How can your understanding of the Atonement help you exercise faith in Christ?

Read more on The Atonement of Jesus Christ.


What is Grace?

PetuniasMany years ago, shortly after Matt and I were married, my in-laws flew in from Washington for a visit to see our newly purchased home.  I had taken great care to ensure it was clean, neat and tidy upon their arrival, including planting fresh purple and hot pink petunias outside the front door in my small flower bed, knowing this was one of my Mother-in-Laws favorite flowers.  I remember sitting on the small porch with her one afternoon when she got up, walked over to the flower bed and began plucking off the colorful buds from EVERY stem.  I recall thinking, “What on earth is she doing to my perfect little petunias?!”  The flowers had just begun to open, bearing buds in time for their welcome.  As her fingers picked away, she explained the process of “Dead Heading” petunias.  Dead Heading, she taught, is removing flower buds from a plant to ensure greater growth and blooming in the future. Knowing she had grown many flower-filled gardens before, I listened…

Months later I recall studying a specific chapter in the Bible – John 15.  One of my favorite verses in that chapter reads, “Abide in me, and I in you.” (John 15:4)  Abide means to comply, to continue or stay.  Read John 15: 1-17, the parable of the vine and the branches in and ponder the following:

A fruit-bearing vine is the perfect workmanship of God.

A fruit-bearing vine is the perfect workmanship of God.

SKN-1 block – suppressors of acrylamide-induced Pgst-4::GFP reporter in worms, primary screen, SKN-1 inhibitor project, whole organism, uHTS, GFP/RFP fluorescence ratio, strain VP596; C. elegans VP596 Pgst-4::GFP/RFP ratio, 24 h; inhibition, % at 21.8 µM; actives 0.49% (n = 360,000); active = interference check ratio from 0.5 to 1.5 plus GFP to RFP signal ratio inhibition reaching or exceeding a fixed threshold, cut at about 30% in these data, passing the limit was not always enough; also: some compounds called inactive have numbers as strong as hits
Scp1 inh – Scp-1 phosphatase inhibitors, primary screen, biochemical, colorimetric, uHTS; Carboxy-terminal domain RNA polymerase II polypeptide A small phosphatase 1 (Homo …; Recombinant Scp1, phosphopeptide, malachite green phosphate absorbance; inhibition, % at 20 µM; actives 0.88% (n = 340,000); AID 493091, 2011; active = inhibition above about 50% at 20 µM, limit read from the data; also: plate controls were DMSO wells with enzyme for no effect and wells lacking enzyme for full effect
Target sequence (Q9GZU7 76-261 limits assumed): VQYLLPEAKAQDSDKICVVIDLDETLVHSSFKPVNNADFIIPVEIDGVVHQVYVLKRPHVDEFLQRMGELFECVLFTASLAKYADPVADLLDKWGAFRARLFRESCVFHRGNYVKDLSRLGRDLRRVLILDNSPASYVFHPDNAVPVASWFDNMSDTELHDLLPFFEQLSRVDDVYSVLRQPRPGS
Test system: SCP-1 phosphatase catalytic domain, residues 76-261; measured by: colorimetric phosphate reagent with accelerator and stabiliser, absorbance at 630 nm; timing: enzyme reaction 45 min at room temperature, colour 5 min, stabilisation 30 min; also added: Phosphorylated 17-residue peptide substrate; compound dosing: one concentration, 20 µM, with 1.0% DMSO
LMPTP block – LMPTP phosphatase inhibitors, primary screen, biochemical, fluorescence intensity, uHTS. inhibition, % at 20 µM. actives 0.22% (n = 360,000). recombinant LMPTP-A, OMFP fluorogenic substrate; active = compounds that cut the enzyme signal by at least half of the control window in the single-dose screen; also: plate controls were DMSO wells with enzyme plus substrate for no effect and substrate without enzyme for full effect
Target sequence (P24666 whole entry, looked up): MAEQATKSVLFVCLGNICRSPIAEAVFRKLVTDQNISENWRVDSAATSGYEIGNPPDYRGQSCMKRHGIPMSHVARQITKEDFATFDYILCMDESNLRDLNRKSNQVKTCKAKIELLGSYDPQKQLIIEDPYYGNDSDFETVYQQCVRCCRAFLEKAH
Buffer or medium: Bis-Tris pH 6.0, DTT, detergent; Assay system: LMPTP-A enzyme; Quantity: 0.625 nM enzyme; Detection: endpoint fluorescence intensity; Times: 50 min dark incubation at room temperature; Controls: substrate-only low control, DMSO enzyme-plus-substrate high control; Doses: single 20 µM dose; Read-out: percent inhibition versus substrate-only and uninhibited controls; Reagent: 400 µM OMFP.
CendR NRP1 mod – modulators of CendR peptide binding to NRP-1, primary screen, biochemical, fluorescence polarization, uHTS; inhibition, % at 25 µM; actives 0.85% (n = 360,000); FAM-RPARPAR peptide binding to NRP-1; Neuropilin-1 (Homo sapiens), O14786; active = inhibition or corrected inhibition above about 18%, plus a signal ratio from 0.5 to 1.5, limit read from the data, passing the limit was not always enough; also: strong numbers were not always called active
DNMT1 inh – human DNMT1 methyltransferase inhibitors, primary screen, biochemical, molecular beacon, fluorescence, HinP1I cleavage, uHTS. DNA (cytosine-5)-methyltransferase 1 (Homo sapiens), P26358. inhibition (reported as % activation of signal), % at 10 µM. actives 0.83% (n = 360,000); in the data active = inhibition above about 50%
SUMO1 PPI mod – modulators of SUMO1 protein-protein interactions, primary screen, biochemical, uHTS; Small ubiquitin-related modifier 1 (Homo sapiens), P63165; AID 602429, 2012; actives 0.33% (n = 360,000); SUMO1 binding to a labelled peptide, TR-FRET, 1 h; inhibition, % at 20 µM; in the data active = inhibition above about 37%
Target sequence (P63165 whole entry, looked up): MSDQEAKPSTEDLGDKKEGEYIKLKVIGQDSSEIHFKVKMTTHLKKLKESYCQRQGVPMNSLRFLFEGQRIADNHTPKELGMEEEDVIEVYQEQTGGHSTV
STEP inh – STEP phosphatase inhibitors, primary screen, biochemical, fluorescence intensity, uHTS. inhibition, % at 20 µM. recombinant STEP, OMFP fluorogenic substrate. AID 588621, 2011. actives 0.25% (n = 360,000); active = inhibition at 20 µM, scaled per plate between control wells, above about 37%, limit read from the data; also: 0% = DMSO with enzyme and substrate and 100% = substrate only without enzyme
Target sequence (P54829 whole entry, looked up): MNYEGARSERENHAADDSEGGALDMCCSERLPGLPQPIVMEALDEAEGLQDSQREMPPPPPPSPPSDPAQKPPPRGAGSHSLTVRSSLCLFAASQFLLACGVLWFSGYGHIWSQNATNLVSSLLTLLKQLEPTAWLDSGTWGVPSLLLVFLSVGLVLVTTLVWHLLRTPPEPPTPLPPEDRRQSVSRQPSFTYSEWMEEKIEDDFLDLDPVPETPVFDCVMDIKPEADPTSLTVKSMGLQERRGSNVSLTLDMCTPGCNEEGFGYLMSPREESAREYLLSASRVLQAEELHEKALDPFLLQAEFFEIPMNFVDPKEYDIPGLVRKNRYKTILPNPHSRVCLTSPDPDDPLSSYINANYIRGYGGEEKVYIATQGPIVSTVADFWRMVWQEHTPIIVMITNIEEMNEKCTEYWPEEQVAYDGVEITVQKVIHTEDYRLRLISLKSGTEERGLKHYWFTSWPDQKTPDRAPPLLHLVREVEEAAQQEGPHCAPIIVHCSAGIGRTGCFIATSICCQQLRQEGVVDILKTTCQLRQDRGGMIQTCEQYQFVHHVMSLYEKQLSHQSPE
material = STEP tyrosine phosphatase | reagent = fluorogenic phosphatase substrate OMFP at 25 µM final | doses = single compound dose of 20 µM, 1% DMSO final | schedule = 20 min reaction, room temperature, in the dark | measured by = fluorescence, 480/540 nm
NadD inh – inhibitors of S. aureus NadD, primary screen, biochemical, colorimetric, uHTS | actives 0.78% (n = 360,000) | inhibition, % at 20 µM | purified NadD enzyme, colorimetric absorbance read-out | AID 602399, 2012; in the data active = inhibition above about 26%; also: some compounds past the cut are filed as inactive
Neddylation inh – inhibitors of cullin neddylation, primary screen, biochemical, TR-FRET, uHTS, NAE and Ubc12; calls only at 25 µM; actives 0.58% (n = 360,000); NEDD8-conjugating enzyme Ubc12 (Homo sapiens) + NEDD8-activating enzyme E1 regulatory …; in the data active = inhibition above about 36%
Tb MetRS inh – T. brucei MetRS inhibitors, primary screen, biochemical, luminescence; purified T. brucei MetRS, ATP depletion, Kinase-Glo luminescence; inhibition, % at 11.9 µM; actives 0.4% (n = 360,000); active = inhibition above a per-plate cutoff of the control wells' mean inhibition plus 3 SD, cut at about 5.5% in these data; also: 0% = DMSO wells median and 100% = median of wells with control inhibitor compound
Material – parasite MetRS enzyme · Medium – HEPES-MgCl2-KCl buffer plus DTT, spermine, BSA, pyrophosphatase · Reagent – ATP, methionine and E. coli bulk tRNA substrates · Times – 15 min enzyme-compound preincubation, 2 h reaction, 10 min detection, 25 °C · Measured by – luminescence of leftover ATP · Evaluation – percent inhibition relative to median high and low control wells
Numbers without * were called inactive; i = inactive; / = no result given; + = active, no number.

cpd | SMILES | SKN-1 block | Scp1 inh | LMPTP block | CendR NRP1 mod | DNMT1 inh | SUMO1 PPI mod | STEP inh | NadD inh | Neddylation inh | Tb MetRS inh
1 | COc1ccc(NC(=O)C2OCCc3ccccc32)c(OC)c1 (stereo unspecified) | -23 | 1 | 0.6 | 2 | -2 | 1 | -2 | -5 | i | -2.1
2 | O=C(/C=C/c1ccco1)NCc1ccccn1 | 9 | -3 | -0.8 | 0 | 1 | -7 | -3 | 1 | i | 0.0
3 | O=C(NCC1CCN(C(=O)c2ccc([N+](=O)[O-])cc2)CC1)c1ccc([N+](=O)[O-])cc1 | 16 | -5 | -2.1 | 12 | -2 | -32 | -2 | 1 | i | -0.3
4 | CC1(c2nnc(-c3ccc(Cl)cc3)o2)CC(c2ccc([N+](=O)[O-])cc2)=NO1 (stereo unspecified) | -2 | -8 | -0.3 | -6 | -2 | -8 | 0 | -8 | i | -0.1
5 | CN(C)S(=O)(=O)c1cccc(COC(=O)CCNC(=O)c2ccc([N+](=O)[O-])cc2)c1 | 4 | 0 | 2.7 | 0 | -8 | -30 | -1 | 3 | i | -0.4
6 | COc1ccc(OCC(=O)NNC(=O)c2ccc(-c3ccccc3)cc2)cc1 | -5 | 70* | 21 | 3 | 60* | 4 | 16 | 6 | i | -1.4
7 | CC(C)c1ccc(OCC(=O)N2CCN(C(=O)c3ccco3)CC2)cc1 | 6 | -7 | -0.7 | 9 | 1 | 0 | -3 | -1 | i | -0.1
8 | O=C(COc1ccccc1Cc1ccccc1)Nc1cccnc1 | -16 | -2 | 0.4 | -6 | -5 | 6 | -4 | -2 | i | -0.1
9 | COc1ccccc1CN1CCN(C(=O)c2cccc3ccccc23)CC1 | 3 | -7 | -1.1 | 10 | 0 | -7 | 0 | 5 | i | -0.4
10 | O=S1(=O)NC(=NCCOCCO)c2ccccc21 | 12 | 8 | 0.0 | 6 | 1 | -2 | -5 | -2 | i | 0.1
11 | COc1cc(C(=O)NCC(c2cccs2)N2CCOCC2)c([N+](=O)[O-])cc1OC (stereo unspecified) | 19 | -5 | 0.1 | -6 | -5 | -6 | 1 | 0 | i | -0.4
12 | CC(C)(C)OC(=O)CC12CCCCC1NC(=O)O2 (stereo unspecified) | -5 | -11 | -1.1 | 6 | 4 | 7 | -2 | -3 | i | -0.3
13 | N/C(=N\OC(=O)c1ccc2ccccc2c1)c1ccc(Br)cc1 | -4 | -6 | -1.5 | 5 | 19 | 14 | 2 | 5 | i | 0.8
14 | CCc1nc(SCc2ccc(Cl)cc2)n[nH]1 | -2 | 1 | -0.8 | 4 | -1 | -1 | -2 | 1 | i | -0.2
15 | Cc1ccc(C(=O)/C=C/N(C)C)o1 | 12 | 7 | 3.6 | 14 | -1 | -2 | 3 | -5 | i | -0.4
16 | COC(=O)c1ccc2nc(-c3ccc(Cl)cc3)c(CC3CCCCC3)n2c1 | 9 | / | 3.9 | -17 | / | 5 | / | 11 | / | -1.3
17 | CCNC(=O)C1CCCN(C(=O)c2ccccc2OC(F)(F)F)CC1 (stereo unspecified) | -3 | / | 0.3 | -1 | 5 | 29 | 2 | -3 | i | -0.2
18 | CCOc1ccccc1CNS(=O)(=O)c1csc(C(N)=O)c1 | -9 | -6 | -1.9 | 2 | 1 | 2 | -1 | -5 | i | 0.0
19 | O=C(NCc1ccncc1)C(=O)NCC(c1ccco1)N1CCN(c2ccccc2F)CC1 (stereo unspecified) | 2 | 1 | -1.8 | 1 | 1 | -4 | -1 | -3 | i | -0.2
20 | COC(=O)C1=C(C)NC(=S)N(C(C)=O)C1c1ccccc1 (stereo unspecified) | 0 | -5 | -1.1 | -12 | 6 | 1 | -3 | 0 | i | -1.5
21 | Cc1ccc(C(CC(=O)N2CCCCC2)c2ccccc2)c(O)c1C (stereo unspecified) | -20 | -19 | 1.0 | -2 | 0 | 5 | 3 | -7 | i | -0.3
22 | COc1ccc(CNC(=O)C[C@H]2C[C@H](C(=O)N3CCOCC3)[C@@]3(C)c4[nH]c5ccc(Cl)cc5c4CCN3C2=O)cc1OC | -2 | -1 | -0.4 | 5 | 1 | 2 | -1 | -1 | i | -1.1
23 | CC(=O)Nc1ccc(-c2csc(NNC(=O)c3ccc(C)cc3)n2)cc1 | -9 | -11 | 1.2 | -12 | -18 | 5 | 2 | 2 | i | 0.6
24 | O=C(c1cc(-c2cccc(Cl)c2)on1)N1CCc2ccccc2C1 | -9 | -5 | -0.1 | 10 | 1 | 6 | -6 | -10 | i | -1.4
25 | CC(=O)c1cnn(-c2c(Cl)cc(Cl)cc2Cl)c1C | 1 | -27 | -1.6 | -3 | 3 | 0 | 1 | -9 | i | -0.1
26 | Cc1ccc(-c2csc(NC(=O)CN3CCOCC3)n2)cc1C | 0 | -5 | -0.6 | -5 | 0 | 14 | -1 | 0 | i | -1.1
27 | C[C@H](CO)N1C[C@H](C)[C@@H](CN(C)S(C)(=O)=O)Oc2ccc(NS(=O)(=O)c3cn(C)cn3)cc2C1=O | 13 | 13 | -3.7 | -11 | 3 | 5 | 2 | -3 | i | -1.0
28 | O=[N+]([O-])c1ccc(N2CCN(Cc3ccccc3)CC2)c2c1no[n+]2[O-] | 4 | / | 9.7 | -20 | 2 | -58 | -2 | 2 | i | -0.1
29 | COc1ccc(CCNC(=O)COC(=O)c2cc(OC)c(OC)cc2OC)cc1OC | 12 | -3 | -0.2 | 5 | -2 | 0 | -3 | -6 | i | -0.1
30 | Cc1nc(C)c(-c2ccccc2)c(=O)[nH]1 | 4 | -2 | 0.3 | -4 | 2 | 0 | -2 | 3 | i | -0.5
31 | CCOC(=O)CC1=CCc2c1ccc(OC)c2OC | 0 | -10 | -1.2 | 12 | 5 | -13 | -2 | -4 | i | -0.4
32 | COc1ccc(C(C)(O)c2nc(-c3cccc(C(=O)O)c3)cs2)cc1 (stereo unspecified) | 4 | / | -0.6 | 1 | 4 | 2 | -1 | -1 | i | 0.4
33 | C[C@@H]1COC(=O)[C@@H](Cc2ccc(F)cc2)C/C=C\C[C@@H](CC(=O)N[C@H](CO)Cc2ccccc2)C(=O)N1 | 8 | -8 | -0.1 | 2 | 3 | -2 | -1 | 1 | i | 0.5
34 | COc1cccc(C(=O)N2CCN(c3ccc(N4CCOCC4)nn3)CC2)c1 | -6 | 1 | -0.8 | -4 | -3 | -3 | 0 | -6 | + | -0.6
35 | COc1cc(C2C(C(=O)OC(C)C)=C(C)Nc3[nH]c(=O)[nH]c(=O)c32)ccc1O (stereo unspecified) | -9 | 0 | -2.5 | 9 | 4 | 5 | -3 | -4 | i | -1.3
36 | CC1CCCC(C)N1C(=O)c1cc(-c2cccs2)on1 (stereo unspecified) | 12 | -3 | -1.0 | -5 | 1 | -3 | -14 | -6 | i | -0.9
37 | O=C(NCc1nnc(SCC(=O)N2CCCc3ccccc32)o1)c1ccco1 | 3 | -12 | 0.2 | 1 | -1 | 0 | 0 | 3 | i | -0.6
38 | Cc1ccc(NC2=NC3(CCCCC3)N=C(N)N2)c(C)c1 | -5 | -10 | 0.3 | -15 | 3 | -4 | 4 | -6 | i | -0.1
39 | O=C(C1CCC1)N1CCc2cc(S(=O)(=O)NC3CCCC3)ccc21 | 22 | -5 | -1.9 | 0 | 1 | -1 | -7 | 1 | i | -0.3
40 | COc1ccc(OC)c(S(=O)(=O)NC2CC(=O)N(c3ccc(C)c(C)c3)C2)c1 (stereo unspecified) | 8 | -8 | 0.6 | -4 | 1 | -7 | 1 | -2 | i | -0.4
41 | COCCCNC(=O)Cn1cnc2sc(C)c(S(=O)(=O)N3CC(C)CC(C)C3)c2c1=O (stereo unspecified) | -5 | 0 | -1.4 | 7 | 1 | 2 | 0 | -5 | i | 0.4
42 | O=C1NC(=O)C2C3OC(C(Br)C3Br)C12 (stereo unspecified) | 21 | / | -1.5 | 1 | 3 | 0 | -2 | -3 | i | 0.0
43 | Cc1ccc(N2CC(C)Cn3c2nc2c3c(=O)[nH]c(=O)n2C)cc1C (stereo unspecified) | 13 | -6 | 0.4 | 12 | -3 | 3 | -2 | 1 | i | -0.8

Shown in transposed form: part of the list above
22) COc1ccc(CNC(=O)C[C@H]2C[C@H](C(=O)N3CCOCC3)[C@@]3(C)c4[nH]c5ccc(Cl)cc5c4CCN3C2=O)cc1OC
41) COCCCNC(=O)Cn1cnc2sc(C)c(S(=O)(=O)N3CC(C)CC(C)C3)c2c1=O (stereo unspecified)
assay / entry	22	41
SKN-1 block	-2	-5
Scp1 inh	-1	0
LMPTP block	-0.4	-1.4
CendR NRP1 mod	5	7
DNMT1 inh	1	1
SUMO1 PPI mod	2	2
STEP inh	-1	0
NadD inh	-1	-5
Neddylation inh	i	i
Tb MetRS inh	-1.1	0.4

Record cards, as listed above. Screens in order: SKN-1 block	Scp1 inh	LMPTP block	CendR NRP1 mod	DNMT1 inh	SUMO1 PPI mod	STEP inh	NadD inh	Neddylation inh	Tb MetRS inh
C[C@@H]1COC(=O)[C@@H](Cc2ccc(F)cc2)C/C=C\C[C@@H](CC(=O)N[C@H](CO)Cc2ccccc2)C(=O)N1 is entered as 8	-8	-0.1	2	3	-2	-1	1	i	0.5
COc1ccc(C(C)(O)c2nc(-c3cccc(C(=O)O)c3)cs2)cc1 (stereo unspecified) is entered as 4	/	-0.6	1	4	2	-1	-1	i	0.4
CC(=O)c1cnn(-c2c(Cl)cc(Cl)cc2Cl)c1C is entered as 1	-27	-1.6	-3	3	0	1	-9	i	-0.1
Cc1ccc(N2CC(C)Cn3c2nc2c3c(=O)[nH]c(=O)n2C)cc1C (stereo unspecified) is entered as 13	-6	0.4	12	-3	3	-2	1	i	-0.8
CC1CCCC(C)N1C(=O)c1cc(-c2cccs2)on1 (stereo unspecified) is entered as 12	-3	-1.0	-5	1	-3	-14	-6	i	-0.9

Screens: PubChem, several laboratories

Gardner/Pruner is our Heavenly Father

The “True” Vine is Jesus Christ

Branches define us, His disciples

I am the true avine, and my Father is the husbandman. Every abranch in me that beareth not bfruit he taketh away: and every branch that beareth fruit, he cpurgeth it, that it may bring forth more fruit. Now ye are clean through the word which I have spoken unto you. Abide in me, and I in you. As the branch cannot bear fruit of itself, except it abide in the vine; no more can ye, except ye abide in me. I am the avine, ye are the branches: He that abideth in me, and I in him, the same bringeth forth much fruit: for without bme ye can do nothing. If a man aabide not in me, he is cast forth as a branch, and is withered; and men gather them, and cast them into the fire, and they are burned. If ye aabide in me, and my words abide in you, ye shall bask what ye will, and it shall be done unto you. Herein is my Father aglorified, that ye bear much fruit; so shall ye be my disciples.As the Father hath aloved me, so have I loved you: continue ye in my love. If ye akeep my commandments, ye shall abide in my blove; even as I have kept my Father’s commandments, and abide in his love. These things have I spoken unto you, that my joy might remain in you, and that your ajoy might be full. This is my commandment, That ye alove one another, as I have bloved you. Greater alove hath no man than this, that a man lay down his blife for his cfriends. Ye are my afriends, if ye do whatsoever I bcommand you. Henceforth I call you not servants; for the servant knoweth not what his lord doeth: but I have called you afriends; for all things that I have bheard of my Father I have made cknown unto you. Ye have not chosen me, but I have achosen you, and bordained you, that ye should go and bring forth cfruit, and that your fruit should remain: that whatsoever ye shall ask of the Father in my dname, he may give it you.These things I command you, that ye love one another.